Excimer Laser Debridement of Necrotic Erosions of Skin without Collateral Damage

Pulsed ArF excimer laser radiation at 6.4 eV, at fluence exceeding the ablation threshold, will debride burn eschar and other dry necrotic erosions of the skin. Debridement will cease when sufficiently moist viable tissue is exposed, due to absorption by aqueous chloride ions (Cl-) through the non-thermal process of electron photodetachment, thereby inhibiting collateral damage to the viable tissue.

ArF excimer laser radiation debrides/ablates ~1 micron of tissue with each pulse. While this provides great precision in controlling the depth of debridement, the process is relatively time-consuming. In contrast, XeCl excimer laser radiation debrides ~8 microns of tissue with each pulse. However the 4.0 eV photon energy of the XeCl excimer laser is insufficient to photodetach an electron from a Cl- ion, so blood or saline will not inhibit debridement. Consequently, a practical laser debridement system should incorporate both lasers, used in sequence. First, the XeCl excimer laser would be used for accelerated debridement. When the necrotic tissue is thinned to a predetermined thickness, the ArF excimer laser would be used for very precise and well-controlled debridement, removing ultra-thin layers of material with each pulse. Clearly, the use of the ArF laser is very desirable when debriding very close to the interface between necrotic tissue and viable tissue, where the overall speed of debridement need not be so rapid and collateral damage to viable tissue is undesirable. Such tissue will be sterile and ready for further treatment, such as a wound dressing and/or a skin graft.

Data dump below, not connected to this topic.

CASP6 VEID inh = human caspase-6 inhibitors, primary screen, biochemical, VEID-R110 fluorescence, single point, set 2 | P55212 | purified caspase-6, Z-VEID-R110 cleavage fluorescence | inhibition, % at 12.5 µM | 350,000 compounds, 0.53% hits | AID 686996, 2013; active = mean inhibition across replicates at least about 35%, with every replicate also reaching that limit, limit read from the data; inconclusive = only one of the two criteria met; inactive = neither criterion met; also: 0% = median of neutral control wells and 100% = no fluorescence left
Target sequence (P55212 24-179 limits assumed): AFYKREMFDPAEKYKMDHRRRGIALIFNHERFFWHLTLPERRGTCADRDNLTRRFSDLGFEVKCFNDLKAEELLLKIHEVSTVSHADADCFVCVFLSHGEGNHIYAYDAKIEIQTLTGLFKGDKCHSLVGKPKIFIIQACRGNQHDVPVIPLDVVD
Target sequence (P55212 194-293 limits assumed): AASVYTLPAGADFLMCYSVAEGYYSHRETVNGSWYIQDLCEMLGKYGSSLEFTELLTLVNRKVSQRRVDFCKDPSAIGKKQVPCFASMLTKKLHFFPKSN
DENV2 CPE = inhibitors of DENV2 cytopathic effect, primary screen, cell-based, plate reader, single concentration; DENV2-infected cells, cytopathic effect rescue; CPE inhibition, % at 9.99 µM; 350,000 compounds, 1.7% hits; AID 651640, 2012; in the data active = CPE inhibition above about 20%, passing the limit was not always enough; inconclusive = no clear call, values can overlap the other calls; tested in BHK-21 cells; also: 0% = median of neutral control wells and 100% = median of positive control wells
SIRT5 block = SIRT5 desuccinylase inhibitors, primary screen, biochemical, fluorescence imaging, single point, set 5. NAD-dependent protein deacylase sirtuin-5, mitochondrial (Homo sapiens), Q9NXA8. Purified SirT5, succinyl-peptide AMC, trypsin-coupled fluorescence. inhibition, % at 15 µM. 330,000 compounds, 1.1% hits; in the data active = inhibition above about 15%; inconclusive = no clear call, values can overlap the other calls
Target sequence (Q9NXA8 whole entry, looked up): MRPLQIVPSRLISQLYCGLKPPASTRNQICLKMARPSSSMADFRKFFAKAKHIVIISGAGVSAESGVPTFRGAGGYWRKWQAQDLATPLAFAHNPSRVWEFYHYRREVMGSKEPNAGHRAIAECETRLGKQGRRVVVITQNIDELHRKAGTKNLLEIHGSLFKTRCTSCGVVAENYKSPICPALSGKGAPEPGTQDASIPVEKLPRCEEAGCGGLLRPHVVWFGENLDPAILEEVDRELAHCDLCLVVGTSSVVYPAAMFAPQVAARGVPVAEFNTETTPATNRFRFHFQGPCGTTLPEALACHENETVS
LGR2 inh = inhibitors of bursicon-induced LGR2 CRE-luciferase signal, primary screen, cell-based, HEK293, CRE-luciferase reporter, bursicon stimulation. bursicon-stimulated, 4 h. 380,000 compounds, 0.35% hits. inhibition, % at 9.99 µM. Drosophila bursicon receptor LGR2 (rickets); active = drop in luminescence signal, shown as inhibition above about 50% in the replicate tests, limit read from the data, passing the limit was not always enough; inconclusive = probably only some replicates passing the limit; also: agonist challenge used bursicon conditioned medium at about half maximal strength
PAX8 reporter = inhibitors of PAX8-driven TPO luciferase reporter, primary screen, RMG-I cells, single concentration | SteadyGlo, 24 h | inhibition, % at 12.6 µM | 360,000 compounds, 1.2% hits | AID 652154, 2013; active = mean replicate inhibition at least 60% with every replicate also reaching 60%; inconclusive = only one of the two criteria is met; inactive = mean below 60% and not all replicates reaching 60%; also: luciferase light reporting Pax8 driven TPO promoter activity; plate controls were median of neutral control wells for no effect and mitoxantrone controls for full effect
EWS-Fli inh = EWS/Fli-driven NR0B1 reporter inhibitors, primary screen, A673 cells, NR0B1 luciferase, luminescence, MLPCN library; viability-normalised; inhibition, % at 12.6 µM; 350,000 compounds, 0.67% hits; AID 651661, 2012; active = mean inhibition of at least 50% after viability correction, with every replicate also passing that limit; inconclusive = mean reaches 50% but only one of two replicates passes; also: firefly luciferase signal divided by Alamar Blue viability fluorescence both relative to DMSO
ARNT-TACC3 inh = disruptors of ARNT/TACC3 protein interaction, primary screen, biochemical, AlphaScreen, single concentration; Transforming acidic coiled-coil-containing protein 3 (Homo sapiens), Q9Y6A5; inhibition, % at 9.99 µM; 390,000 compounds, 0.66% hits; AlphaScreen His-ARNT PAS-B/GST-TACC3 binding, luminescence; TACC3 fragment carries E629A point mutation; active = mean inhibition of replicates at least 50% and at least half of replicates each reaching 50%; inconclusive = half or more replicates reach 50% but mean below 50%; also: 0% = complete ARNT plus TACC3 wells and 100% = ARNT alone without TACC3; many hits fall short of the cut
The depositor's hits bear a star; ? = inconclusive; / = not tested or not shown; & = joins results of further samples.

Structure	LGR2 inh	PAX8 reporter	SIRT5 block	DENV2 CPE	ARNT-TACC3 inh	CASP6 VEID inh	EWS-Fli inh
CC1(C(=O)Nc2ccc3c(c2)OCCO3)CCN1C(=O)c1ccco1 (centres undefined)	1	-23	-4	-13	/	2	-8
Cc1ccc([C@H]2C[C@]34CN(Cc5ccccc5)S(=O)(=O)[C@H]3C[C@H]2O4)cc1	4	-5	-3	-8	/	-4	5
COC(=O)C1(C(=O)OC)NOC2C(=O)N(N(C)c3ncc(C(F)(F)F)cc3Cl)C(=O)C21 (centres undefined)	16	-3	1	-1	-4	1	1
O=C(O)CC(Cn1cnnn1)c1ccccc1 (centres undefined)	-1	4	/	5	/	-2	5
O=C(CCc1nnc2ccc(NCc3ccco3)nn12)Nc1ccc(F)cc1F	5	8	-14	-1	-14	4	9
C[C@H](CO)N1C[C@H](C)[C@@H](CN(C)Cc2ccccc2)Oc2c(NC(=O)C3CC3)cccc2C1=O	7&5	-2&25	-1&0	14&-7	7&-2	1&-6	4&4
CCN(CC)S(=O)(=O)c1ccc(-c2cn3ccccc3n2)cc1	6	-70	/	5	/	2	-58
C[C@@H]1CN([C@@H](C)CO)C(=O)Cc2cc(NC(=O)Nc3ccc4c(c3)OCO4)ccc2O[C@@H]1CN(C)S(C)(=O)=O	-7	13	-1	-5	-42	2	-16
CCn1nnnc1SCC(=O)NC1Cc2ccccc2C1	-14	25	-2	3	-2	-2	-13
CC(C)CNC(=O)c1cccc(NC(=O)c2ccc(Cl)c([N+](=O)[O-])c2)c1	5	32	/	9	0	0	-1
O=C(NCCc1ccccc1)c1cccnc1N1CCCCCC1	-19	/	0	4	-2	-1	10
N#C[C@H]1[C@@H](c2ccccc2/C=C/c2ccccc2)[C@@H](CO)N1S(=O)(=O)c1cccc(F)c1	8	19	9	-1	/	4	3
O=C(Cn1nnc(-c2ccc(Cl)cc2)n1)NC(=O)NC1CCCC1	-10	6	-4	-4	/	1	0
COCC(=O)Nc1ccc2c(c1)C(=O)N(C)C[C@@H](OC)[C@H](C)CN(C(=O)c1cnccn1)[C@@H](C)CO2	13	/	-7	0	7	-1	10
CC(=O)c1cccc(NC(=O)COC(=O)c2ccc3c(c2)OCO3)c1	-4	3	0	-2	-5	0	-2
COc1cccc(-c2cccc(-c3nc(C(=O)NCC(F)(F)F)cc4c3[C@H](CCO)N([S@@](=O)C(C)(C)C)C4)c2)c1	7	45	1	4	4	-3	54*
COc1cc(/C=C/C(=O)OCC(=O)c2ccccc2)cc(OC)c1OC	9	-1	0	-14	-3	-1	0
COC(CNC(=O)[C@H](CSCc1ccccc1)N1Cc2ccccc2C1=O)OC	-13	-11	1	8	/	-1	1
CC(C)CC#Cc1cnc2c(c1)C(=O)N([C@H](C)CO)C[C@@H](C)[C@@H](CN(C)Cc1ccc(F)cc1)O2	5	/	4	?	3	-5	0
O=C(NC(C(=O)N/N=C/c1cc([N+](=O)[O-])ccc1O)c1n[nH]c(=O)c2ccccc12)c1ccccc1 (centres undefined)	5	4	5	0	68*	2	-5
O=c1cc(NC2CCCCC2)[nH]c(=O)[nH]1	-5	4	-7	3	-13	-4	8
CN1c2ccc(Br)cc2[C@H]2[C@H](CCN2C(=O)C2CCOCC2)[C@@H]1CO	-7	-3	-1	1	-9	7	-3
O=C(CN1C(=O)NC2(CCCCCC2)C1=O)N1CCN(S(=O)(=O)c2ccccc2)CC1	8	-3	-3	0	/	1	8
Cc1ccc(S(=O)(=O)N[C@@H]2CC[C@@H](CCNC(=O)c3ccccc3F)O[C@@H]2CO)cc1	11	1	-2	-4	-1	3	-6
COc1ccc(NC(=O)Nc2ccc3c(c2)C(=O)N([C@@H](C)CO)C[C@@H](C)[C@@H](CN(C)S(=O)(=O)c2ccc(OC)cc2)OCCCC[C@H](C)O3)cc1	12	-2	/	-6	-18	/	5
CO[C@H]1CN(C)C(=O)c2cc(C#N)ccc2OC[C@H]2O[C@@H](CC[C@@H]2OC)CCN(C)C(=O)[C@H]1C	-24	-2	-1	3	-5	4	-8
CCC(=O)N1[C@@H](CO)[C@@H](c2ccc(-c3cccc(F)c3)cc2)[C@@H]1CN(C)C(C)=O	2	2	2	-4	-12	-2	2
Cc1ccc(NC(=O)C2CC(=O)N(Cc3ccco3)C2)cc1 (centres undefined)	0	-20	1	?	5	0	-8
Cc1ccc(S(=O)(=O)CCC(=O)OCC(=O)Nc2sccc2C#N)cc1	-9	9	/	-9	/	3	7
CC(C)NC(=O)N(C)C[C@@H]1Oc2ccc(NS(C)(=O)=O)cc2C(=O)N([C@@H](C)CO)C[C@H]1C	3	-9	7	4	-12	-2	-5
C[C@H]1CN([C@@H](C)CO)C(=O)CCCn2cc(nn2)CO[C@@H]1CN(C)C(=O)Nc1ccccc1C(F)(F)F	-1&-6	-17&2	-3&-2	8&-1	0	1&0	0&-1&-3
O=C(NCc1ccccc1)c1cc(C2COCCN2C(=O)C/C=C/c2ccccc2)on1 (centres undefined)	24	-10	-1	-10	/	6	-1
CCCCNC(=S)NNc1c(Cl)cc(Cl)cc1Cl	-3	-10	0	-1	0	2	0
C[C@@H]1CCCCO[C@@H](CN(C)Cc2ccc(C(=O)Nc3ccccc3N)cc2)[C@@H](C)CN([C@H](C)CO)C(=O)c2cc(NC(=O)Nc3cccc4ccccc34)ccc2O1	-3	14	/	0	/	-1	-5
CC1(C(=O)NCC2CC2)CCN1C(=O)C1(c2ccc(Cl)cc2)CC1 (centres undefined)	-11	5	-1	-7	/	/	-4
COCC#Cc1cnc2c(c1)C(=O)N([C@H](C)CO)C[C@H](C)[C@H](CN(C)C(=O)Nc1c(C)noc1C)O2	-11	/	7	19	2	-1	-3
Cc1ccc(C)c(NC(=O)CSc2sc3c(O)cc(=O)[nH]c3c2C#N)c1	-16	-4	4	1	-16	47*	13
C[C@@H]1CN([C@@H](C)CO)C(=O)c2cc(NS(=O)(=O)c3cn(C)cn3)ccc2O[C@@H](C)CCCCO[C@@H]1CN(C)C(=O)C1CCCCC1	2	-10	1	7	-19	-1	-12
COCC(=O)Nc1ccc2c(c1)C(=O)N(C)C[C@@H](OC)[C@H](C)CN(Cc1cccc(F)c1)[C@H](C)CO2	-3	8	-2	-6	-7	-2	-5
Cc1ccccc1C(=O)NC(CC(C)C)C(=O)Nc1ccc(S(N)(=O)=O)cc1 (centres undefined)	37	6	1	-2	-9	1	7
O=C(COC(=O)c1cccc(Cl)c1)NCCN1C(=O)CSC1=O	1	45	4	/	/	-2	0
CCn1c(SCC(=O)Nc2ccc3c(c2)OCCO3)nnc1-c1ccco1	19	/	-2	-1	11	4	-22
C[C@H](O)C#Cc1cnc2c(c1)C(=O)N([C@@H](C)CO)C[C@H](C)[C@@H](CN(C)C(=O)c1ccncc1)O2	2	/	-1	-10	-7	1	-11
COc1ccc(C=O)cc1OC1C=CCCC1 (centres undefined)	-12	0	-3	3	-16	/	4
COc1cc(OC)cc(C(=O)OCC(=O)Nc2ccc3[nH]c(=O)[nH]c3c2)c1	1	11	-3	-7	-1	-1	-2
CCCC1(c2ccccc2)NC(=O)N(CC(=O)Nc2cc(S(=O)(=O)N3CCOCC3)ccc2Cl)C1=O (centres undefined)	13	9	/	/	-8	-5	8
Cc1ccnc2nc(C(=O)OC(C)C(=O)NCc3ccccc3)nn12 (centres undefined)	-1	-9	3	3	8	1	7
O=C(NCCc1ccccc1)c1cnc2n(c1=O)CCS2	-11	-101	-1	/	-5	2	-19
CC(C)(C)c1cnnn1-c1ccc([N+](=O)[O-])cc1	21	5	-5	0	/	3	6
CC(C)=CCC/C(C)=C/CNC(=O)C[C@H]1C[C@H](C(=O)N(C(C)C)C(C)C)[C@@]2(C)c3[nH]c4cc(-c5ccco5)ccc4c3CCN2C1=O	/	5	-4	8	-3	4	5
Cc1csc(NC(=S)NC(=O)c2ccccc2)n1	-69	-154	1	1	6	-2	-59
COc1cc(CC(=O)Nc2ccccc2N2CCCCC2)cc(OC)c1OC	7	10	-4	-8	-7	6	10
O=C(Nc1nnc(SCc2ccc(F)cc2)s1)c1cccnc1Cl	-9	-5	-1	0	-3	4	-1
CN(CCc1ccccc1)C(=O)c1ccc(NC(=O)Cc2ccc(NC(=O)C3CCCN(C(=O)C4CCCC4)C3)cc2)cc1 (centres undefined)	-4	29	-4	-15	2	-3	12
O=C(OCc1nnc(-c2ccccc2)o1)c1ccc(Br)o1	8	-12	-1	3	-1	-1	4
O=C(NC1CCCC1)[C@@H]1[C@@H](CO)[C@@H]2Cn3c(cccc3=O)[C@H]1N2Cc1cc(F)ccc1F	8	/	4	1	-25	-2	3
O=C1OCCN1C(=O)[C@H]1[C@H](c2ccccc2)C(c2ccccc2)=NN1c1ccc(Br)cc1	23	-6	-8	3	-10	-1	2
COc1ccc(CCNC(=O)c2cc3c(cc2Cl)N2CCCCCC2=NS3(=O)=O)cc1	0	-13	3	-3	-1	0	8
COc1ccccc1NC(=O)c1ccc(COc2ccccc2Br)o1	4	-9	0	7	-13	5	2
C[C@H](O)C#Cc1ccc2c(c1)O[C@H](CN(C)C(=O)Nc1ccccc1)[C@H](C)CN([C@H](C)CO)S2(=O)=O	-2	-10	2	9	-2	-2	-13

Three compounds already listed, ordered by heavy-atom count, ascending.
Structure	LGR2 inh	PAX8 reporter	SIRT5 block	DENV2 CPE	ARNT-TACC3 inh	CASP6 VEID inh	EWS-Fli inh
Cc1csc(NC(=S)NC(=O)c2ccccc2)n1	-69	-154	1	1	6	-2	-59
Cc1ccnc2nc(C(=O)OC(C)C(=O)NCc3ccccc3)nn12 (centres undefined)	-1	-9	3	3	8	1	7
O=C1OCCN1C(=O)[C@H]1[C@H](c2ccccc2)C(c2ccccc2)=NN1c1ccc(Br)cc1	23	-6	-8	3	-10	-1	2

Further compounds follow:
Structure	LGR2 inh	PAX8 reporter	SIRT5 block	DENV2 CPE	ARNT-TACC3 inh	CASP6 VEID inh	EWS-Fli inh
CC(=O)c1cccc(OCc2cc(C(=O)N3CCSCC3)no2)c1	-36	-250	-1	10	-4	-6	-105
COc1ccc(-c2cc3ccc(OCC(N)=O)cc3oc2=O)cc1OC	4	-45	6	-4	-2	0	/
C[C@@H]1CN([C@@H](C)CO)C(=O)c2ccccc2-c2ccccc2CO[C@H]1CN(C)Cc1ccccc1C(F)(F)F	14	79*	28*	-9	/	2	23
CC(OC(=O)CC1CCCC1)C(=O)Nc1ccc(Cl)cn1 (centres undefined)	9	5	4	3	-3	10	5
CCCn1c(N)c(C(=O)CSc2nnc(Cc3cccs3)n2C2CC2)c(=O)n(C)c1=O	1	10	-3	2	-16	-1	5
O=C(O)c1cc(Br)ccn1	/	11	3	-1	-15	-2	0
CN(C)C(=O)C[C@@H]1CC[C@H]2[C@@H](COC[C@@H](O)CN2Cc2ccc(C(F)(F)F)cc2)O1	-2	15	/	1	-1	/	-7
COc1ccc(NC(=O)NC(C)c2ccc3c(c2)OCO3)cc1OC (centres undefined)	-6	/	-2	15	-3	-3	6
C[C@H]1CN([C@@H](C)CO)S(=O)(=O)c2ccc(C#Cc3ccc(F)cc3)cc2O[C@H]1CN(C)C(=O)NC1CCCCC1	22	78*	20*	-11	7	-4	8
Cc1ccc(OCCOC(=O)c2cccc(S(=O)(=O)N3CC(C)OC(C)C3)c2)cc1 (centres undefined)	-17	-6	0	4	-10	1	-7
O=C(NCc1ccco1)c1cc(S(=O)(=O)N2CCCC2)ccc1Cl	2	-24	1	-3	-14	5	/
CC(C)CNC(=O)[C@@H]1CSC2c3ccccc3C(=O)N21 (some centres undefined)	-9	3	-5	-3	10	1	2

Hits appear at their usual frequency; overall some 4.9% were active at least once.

By: James J. Wynne, Jerome M. Felsenstein, Robert Trzcinski, Donna Zupanski-Nielsen, Daniel P. Connors

Published in: RC25156 in 2011


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